Marshall Gilmore finally got what he'd been waiting for this month when the state of Mississippi allowed him to offer table service again at his restaurant, the Harvest Grill in Meridian.
Still, many of his tables sit empty, even at limited capacity, and he makes most of his money offering curbside food pickup.
"People are just a little apprehensive about getting out in public. This was a once-in-a-lifetime scare that we all just went through. So everyone's a little scared," Gilmore says.
States are slowly beginning to take steps to restart their economies, allowing retail stores, parks and even hair salons to reopen, usually under tightly controlled conditions. But analysts say that businesses and their customers, through their actions, will decide when the economy opens up again.
In an April news conference, Florida Gov. Ron DeSantis pledged to get his state "back on its feet by using an approach that is safe, smart and step by step."
But officials still need to convince people it's safe to go out again.
"If they don't feel safe, they're not going to go to a restaurant, they're not going to go out, they're not going to go to retail," Ohio Gov. Mike DeWine told MSNBC on May 11.
The U.S. economy has undergone a massive slowdown over the past two months, with businesses closing their doors and laying off some 36 million workers. Schools, churches and theaters have shut down en masse.
Much of this began to happen in late February, well before most governors had issued lockdown orders, because people became afraid to go out.
"The fear itself might prevent them from actually going to work, or they might be forced either to stay at home because they are sick or because they have to attend [to] someone in their families or households who is sick," says Felipe Lozano Rojas, an instructor at Indiana University's School of Public and Environmental Affairs.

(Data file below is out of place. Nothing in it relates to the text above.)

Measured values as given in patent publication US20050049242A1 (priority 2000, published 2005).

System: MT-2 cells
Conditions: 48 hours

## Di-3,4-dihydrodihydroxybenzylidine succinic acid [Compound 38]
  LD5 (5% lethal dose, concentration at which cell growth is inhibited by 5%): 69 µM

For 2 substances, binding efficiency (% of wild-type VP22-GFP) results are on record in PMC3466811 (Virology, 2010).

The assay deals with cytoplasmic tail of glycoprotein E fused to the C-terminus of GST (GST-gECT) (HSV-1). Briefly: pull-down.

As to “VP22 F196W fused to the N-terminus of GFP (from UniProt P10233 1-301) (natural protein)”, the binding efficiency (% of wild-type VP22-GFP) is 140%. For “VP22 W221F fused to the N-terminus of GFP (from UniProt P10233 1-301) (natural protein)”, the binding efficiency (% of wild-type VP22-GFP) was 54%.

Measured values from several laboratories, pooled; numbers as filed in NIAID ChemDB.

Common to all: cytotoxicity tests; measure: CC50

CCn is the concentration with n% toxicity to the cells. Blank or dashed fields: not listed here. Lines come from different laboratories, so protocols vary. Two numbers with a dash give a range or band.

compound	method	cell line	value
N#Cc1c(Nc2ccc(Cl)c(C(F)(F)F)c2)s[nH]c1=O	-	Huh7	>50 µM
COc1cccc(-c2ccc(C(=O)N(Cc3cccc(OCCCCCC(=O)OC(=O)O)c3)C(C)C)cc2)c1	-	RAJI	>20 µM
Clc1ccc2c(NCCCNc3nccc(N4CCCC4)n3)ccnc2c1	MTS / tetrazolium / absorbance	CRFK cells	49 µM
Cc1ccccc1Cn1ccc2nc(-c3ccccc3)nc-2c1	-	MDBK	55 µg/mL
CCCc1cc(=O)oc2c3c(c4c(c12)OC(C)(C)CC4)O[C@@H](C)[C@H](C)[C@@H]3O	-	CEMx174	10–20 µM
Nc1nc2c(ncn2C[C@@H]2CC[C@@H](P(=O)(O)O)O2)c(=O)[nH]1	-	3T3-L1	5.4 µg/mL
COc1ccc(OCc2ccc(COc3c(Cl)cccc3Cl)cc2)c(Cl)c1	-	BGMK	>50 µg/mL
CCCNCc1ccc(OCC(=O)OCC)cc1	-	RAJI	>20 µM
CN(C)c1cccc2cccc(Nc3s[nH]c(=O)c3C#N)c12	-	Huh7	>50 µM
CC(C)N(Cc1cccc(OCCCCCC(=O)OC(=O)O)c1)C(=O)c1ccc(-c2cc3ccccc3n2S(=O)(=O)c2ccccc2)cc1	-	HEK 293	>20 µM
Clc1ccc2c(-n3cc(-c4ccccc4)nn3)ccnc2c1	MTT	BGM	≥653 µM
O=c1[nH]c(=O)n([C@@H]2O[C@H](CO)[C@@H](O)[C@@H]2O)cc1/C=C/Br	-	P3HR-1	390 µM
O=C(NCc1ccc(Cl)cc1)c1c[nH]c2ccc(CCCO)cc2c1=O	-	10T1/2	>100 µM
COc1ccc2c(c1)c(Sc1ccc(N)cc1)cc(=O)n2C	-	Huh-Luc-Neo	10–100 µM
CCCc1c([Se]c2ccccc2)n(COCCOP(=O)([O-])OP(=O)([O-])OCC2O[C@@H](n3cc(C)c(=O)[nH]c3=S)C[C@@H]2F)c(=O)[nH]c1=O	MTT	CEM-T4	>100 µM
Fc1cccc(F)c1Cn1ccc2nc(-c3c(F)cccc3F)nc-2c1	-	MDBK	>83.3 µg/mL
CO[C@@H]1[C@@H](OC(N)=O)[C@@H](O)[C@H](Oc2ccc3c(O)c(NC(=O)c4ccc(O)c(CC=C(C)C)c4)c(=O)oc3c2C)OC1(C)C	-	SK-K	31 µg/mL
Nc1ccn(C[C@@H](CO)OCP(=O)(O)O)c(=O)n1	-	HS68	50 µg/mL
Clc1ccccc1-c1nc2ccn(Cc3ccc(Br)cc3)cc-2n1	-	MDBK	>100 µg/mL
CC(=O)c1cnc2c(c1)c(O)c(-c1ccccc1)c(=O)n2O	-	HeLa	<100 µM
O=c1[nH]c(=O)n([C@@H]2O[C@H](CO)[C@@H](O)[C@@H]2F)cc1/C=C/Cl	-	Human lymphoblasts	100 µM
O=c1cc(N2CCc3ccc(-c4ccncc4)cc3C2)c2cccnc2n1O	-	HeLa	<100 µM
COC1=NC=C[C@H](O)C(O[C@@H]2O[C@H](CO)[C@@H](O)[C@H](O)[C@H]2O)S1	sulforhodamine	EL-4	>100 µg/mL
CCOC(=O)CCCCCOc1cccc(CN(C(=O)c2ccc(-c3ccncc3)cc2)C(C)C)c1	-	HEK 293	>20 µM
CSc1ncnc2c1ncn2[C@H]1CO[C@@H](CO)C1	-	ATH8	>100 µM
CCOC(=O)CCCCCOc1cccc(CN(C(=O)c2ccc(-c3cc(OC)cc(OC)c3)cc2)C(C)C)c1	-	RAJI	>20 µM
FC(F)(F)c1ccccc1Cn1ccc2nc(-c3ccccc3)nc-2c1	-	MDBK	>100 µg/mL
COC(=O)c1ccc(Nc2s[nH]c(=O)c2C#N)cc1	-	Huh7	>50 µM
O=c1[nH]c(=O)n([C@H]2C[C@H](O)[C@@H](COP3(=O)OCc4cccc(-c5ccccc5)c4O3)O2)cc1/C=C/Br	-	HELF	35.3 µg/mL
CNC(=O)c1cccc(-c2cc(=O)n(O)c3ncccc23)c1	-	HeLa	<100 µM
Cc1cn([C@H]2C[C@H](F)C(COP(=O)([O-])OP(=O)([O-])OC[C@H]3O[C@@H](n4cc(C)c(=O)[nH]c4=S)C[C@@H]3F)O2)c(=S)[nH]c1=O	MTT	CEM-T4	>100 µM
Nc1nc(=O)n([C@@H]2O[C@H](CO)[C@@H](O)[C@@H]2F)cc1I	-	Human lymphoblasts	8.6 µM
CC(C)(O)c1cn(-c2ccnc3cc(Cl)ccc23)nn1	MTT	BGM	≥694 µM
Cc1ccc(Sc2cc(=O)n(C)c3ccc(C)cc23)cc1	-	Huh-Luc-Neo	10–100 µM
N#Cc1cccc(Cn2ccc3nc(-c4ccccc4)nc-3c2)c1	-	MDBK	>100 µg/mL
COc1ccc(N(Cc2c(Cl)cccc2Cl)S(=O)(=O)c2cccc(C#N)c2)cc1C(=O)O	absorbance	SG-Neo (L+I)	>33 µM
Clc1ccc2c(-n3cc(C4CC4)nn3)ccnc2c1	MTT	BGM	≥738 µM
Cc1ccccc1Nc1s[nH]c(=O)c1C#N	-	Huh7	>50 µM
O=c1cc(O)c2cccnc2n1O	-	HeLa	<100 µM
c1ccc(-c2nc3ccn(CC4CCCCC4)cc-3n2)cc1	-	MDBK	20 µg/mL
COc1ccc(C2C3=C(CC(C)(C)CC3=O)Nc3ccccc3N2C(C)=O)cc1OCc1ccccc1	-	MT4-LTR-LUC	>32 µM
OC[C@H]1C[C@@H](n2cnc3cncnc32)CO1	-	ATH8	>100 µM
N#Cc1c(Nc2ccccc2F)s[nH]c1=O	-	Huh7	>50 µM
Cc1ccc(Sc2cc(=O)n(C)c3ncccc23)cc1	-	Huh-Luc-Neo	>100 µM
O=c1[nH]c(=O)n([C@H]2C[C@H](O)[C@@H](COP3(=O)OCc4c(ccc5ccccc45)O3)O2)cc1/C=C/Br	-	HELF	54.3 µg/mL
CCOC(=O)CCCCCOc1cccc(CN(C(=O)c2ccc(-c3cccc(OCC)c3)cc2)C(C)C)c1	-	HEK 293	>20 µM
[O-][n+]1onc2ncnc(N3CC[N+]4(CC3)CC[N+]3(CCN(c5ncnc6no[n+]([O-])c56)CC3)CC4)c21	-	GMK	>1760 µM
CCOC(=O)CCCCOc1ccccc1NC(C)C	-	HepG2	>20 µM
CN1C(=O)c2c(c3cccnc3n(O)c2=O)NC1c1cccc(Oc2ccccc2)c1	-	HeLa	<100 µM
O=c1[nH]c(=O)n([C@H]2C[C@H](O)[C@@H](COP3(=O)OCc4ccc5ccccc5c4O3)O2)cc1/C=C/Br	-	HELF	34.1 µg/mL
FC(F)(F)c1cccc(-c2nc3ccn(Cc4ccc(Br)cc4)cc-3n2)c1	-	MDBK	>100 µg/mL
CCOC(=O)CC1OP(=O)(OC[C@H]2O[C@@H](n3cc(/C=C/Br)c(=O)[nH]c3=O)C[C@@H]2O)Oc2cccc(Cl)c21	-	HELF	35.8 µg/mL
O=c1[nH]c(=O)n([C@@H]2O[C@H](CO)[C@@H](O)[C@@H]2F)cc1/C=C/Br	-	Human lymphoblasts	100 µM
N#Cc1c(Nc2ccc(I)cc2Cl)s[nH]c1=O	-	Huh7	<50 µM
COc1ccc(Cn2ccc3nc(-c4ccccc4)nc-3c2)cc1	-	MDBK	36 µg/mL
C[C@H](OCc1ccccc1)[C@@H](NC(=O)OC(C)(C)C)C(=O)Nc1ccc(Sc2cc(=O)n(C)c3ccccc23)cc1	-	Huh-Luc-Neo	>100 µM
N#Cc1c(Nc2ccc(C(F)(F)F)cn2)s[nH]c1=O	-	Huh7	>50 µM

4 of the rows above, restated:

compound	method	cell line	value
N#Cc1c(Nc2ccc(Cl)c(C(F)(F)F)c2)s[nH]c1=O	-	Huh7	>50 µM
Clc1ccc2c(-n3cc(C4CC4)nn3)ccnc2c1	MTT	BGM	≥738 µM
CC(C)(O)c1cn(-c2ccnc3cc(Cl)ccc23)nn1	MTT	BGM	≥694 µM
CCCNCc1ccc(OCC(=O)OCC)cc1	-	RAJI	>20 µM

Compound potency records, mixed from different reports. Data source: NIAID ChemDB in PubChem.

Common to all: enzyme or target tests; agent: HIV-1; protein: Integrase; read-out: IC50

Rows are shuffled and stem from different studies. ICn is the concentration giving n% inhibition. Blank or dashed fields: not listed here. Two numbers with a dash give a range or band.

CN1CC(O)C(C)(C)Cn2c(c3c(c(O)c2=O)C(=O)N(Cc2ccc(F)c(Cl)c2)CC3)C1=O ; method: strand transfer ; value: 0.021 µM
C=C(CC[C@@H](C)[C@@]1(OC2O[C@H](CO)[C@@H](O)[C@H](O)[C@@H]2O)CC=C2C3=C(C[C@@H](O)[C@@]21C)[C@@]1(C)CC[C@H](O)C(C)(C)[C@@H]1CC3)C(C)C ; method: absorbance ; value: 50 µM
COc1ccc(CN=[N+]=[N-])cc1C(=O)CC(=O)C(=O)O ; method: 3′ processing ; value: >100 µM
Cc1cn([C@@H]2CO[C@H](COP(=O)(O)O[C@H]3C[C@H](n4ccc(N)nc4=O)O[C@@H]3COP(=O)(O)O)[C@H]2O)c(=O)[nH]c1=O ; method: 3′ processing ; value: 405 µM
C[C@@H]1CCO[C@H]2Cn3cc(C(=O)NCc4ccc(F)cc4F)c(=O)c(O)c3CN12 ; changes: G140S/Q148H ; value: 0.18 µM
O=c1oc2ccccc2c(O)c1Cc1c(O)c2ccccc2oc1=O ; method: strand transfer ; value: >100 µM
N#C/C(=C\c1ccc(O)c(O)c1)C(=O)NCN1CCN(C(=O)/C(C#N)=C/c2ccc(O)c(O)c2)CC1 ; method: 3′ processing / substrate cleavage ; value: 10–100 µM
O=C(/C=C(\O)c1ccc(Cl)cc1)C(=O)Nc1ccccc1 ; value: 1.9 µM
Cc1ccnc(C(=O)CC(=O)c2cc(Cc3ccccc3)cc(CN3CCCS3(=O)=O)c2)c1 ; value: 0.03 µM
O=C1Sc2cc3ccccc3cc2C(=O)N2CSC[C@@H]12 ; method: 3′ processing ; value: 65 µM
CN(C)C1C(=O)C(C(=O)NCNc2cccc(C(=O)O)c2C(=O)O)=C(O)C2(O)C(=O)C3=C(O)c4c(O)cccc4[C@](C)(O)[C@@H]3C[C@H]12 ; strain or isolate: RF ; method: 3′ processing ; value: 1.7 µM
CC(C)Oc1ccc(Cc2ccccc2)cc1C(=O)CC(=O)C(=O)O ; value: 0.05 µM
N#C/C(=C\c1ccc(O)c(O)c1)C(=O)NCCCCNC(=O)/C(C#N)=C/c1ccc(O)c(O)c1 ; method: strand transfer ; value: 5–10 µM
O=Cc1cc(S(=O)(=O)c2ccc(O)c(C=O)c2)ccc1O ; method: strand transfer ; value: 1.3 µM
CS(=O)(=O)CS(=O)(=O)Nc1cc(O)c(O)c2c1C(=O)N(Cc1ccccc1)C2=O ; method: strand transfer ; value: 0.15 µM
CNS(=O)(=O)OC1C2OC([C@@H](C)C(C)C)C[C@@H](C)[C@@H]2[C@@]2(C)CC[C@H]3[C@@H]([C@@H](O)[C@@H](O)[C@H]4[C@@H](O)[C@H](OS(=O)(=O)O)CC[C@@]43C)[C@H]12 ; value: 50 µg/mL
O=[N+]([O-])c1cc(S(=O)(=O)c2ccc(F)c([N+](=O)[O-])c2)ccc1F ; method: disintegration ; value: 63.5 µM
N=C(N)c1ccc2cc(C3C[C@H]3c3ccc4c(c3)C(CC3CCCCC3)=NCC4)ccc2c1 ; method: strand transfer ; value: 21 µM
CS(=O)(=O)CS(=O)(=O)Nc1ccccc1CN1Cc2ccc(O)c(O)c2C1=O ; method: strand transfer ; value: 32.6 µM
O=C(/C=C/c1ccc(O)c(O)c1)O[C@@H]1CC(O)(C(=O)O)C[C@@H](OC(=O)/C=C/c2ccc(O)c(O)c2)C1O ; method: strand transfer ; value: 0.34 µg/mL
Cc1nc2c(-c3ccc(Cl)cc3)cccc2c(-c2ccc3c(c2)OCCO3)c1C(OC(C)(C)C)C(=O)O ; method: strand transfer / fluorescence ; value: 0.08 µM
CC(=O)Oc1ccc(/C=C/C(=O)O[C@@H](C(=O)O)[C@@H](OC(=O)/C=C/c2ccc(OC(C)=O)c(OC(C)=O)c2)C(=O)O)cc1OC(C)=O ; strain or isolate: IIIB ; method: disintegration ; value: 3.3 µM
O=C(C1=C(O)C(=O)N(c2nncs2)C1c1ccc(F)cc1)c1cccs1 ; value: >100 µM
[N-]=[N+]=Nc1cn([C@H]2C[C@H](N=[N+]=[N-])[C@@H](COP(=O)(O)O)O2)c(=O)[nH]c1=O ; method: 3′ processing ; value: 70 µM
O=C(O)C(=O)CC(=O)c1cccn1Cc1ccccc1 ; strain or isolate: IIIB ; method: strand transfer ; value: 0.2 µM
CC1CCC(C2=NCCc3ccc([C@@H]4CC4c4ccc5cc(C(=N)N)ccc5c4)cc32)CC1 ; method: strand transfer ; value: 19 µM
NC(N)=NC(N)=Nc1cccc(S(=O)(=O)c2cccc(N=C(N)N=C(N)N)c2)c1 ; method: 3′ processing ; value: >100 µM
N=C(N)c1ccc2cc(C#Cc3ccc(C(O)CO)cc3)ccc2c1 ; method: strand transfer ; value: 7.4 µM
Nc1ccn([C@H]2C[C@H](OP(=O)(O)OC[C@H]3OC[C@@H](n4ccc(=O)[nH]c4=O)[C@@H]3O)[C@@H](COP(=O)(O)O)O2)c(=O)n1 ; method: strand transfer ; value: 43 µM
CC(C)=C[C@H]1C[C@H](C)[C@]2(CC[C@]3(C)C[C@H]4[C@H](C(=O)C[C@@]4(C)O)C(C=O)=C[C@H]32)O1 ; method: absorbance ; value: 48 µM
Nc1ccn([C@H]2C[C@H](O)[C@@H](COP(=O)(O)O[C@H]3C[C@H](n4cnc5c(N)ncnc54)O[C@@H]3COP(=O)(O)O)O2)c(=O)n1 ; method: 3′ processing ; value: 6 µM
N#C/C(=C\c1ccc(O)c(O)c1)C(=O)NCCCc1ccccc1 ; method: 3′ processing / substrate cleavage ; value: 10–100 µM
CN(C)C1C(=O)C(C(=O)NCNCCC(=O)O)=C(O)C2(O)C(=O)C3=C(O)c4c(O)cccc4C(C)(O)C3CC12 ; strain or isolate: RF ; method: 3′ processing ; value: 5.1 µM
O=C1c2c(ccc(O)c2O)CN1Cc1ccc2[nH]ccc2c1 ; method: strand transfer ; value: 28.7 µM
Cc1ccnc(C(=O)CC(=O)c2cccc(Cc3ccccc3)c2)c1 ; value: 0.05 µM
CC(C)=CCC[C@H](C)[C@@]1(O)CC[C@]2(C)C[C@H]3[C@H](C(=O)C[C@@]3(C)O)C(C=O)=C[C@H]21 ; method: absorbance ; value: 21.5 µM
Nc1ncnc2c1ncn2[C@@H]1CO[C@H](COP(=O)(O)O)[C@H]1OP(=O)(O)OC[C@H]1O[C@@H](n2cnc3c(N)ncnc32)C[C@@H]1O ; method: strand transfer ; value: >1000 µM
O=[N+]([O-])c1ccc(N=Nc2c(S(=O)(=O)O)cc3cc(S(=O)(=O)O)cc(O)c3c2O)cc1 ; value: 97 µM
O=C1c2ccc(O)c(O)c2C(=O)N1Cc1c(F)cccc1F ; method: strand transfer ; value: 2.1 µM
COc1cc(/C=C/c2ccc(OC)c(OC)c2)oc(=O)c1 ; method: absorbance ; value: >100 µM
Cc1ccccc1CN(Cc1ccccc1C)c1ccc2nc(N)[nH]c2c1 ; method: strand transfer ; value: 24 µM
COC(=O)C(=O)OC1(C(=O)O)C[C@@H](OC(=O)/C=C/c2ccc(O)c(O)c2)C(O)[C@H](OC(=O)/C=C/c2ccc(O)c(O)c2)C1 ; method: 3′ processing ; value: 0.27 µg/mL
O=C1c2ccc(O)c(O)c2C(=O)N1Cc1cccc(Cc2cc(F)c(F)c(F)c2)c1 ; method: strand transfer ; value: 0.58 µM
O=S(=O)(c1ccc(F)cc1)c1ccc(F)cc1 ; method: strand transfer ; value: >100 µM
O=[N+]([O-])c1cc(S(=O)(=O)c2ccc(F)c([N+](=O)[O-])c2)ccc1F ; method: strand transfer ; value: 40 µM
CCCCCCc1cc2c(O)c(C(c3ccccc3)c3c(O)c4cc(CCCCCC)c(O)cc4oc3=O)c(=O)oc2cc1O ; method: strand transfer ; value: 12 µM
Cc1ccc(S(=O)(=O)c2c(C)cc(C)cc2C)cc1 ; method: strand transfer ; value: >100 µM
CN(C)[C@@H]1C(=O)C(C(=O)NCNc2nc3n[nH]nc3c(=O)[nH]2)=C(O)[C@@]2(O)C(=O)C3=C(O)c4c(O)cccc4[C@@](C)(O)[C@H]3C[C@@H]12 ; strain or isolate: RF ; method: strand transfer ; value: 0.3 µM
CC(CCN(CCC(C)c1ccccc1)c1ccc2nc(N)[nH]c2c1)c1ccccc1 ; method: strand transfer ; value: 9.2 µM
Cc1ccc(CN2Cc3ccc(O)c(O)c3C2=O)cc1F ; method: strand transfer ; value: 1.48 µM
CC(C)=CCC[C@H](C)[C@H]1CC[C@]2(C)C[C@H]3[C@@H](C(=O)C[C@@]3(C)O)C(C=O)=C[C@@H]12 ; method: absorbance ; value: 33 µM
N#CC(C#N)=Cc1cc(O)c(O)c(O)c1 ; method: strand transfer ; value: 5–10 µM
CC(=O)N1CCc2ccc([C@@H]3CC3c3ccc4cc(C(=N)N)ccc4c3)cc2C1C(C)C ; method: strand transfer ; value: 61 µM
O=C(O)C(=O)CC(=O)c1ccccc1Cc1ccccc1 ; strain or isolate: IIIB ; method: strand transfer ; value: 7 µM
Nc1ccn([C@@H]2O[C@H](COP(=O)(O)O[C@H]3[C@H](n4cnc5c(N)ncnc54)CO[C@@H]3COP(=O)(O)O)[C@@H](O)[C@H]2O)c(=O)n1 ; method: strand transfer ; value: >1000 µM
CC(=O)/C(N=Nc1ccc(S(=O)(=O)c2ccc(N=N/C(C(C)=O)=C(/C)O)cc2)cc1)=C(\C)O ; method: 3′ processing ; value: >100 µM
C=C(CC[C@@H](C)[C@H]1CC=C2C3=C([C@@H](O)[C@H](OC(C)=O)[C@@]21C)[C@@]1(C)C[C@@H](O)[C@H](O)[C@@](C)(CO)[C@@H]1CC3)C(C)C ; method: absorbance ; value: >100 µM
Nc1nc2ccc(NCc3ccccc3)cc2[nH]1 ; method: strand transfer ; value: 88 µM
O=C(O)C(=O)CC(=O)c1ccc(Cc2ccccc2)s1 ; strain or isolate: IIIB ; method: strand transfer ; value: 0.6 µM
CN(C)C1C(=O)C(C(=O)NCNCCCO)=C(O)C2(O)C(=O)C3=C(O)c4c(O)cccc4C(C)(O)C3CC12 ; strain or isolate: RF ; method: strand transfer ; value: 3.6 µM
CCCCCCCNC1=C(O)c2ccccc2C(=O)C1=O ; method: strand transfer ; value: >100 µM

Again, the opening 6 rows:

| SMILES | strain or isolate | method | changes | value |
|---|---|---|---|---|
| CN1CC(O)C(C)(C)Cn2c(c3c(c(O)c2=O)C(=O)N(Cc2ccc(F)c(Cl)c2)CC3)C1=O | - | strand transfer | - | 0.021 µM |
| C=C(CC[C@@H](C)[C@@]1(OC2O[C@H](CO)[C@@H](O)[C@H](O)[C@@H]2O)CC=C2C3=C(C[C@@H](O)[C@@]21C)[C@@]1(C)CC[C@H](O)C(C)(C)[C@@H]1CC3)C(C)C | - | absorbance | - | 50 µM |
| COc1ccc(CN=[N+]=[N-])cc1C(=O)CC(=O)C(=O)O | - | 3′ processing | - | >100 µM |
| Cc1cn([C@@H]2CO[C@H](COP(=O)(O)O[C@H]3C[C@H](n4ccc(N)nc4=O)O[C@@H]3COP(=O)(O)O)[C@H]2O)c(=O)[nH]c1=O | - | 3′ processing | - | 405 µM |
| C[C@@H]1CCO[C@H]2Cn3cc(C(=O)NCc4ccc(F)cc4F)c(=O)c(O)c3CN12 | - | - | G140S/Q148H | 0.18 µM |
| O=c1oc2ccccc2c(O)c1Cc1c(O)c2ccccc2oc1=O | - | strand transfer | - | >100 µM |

Lozano Rojas has studied the relationship between a state's lockdown orders and how well its economy has fared. In a recent paper, he said there's little evidence that states with more aggressive social distancing guidelines have seen more layoffs.
"It suggests that maybe reducing these social distancing requirements and reopening schools and allowing businesses to go back may not have as big of an effect in restarting the economies at an individual state as you might have otherwise thought," adds his co-author, Bruce Weinberg, an economics professor at Ohio State University.
In other words, governors didn't shut down their states' economies all by themselves, and they can't reopen them alone either.
That's been borne out in states that have begun easing social distancing guidelines. News reports have shown pictures of crowded bars in Wisconsin and busy beaches in Florida, but businesses that have reopened say customers have been slow to return, at least so far.
For example, some states have begun allowing shopping malls and retail stores to reopen this month; traffic so far has been light, says Neil Saunders, who follows the retail industry for the firm GlobalData.
"I think some mall owners and retailers have been taken by surprise as to how slow this build is," Saunders says. "Consumers are very concerned about coming out. And some are just not confident to go out to locations and shop like they used to."
STEVE INSKEEP, HOST:
And I'm Steve Inskeep with an important clarification. We've pointed out that the president cannot really open up the economy. Governors decide when to lift stay at home orders. Here's the clarification. Even governors cannot make a business reopen or make people leave home. You decide. NPR's Jim Zarroli reports.